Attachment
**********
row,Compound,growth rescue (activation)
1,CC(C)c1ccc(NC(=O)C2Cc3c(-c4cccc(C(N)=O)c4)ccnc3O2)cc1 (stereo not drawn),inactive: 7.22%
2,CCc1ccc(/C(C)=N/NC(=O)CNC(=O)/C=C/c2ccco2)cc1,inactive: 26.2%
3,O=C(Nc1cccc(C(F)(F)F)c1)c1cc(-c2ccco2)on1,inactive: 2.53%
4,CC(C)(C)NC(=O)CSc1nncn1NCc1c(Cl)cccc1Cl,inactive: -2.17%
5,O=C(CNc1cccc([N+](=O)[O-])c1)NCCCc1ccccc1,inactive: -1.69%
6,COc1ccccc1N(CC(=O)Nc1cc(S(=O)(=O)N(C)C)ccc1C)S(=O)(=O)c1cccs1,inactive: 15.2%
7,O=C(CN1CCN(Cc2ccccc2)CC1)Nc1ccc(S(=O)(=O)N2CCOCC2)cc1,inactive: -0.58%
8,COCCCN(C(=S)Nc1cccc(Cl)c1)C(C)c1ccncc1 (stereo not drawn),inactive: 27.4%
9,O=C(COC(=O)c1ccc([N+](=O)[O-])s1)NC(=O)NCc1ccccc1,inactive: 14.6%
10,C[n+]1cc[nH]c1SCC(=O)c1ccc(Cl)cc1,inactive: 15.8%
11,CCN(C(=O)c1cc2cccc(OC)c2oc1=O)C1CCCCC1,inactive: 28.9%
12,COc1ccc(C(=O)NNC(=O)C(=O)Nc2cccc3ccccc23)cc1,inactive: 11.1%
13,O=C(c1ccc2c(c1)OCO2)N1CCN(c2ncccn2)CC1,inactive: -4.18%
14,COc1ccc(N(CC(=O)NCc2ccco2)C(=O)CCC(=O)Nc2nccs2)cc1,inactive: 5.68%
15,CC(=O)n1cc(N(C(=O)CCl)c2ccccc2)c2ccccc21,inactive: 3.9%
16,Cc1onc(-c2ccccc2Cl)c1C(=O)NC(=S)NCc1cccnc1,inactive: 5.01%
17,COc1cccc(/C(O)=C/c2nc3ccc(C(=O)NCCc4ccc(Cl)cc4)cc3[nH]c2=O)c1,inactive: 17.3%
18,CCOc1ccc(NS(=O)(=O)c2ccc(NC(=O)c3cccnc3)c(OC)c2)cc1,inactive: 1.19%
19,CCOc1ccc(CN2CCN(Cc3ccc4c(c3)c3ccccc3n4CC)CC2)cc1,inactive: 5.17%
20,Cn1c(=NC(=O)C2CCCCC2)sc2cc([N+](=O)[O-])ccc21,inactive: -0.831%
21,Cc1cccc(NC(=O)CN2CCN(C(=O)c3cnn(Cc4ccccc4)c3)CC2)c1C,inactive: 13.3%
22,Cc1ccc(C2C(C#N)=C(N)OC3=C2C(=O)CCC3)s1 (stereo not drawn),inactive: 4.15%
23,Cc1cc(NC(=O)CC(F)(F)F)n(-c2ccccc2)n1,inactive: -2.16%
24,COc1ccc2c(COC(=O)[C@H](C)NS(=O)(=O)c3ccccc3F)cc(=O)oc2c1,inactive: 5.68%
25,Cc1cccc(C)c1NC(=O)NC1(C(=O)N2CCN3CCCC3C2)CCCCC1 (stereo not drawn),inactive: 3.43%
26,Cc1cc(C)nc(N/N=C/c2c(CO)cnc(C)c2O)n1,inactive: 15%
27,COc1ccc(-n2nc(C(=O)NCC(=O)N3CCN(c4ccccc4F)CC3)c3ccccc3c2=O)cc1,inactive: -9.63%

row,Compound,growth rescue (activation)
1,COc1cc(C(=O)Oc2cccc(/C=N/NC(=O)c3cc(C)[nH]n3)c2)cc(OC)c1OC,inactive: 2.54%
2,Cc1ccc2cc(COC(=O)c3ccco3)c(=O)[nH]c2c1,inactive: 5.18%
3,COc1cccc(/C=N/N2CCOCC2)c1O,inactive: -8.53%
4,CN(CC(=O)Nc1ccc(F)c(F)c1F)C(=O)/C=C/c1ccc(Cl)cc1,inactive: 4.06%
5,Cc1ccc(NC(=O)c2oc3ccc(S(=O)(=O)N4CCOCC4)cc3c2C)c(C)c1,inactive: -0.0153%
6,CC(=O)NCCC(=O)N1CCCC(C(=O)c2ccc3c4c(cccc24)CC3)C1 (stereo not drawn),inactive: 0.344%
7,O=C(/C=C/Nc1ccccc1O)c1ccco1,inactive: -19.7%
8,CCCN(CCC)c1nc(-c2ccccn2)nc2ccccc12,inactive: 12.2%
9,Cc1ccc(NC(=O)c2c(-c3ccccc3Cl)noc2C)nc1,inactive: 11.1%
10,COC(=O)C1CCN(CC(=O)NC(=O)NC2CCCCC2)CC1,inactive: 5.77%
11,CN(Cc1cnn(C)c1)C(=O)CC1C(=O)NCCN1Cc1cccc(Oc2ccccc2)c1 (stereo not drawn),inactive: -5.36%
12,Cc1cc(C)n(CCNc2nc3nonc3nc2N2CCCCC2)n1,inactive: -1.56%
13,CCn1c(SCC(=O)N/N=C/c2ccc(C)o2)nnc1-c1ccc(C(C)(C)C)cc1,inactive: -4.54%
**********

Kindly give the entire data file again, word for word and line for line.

row,Compound,growth rescue (activation)
1,CC(C)c1ccc(NC(=O)C2Cc3c(-c4cccc(C(N)=O)c4)ccnc3O2)cc1 (stereo not drawn),inactive: 7.22%
2,CCc1ccc(/C(C)=N/NC(=O)CNC(=O)/C=C/c2ccco2)cc1,inactive: 26.2%
3,O=C(Nc1cccc(C(F)(F)F)c1)c1cc(-c2ccco2)on1,inactive: 2.53%
4,CC(C)(C)NC(=O)CSc1nncn1NCc1c(Cl)cccc1Cl,inactive: -2.17%
5,O=C(CNc1cccc([N+](=O)[O-])c1)NCCCc1ccccc1,inactive: -1.69%
6,COc1ccccc1N(CC(=O)Nc1cc(S(=O)(=O)N(C)C)ccc1C)S(=O)(=O)c1cccs1,inactive: 15.2%
7,O=C(CN1CCN(Cc2ccccc2)CC1)Nc1ccc(S(=O)(=O)N2CCOCC2)cc1,inactive: -0.58%
8,COCCCN(C(=S)Nc1cccc(Cl)c1)C(C)c1ccncc1 (stereo not drawn),inactive: 27.4%
9,O=C(COC(=O)c1ccc([N+](=O)[O-])s1)NC(=O)NCc1ccccc1,inactive: 14.6%
10,C[n+]1cc[nH]c1SCC(=O)c1ccc(Cl)cc1,inactive: 15.8%
11,CCN(C(=O)c1cc2cccc(OC)c2oc1=O)C1CCCCC1,inactive: 28.9%
12,COc1ccc(C(=O)NNC(=O)C(=O)Nc2cccc3ccccc23)cc1,inactive: 11.1%
13,O=C(c1ccc2c(c1)OCO2)N1CCN(c2ncccn2)CC1,inactive: -4.18%
14,COc1ccc(N(CC(=O)NCc2ccco2)C(=O)CCC(=O)Nc2nccs2)cc1,inactive: 5.68%
15,CC(=O)n1cc(N(C(=O)CCl)c2ccccc2)c2ccccc21,inactive: 3.9%
16,Cc1onc(-c2ccccc2Cl)c1C(=O)NC(=S)NCc1cccnc1,inactive: 5.01%
17,COc1cccc(/C(O)=C/c2nc3ccc(C(=O)NCCc4ccc(Cl)cc4)cc3[nH]c2=O)c1,inactive: 17.3%
18,CCOc1ccc(NS(=O)(=O)c2ccc(NC(=O)c3cccnc3)c(OC)c2)cc1,inactive: 1.19%
19,CCOc1ccc(CN2CCN(Cc3ccc4c(c3)c3ccccc3n4CC)CC2)cc1,inactive: 5.17%
20,Cn1c(=NC(=O)C2CCCCC2)sc2cc([N+](=O)[O-])ccc21,inactive: -0.831%
21,Cc1cccc(NC(=O)CN2CCN(C(=O)c3cnn(Cc4ccccc4)c3)CC2)c1C,inactive: 13.3%
22,Cc1ccc(C2C(C#N)=C(N)OC3=C2C(=O)CCC3)s1 (stereo not drawn),inactive: 4.15%
23,Cc1cc(NC(=O)CC(F)(F)F)n(-c2ccccc2)n1,inactive: -2.16%
24,COc1ccc2c(COC(=O)[C@H](C)NS(=O)(=O)c3ccccc3F)cc(=O)oc2c1,inactive: 5.68%
25,Cc1cccc(C)c1NC(=O)NC1(C(=O)N2CCN3CCCC3C2)CCCCC1 (stereo not drawn),inactive: 3.43%
26,Cc1cc(C)nc(N/N=C/c2c(CO)cnc(C)c2O)n1,inactive: 15%
27,COc1ccc(-n2nc(C(=O)NCC(=O)N3CCN(c4ccccc4F)CC3)c3ccccc3c2=O)cc1,inactive: -9.63%

row,Compound,growth rescue (activation)
1,COc1cc(C(=O)Oc2cccc(/C=N/NC(=O)c3cc(C)[nH]n3)c2)cc(OC)c1OC,inactive: 2.54%
2,Cc1ccc2cc(COC(=O)c3ccco3)c(=O)[nH]c2c1,inactive: 5.18%
3,COc1cccc(/C=N/N2CCOCC2)c1O,inactive: -8.53%
4,CN(CC(=O)Nc1ccc(F)c(F)c1F)C(=O)/C=C/c1ccc(Cl)cc1,inactive: 4.06%
5,Cc1ccc(NC(=O)c2oc3ccc(S(=O)(=O)N4CCOCC4)cc3c2C)c(C)c1,inactive: -0.0153%
6,CC(=O)NCCC(=O)N1CCCC(C(=O)c2ccc3c4c(cccc24)CC3)C1 (stereo not drawn),inactive: 0.344%
7,O=C(/C=C/Nc1ccccc1O)c1ccco1,inactive: -19.7%
8,CCCN(CCC)c1nc(-c2ccccn2)nc2ccccc12,inactive: 12.2%
9,Cc1ccc(NC(=O)c2c(-c3ccccc3Cl)noc2C)nc1,inactive: 11.1%
10,COC(=O)C1CCN(CC(=O)NC(=O)NC2CCCCC2)CC1,inactive: 5.77%
11,CN(Cc1cnn(C)c1)C(=O)CC1C(=O)NCCN1Cc1cccc(Oc2ccccc2)c1 (stereo not drawn),inactive: -5.36%
12,Cc1cc(C)n(CCNc2nc3nonc3nc2N2CCCCC2)n1,inactive: -1.56%
13,CCn1c(SCC(=O)N/N=C/c2ccc(C)o2)nnc1-c1ccc(C(C)(C)C)cc1,inactive: -4.54%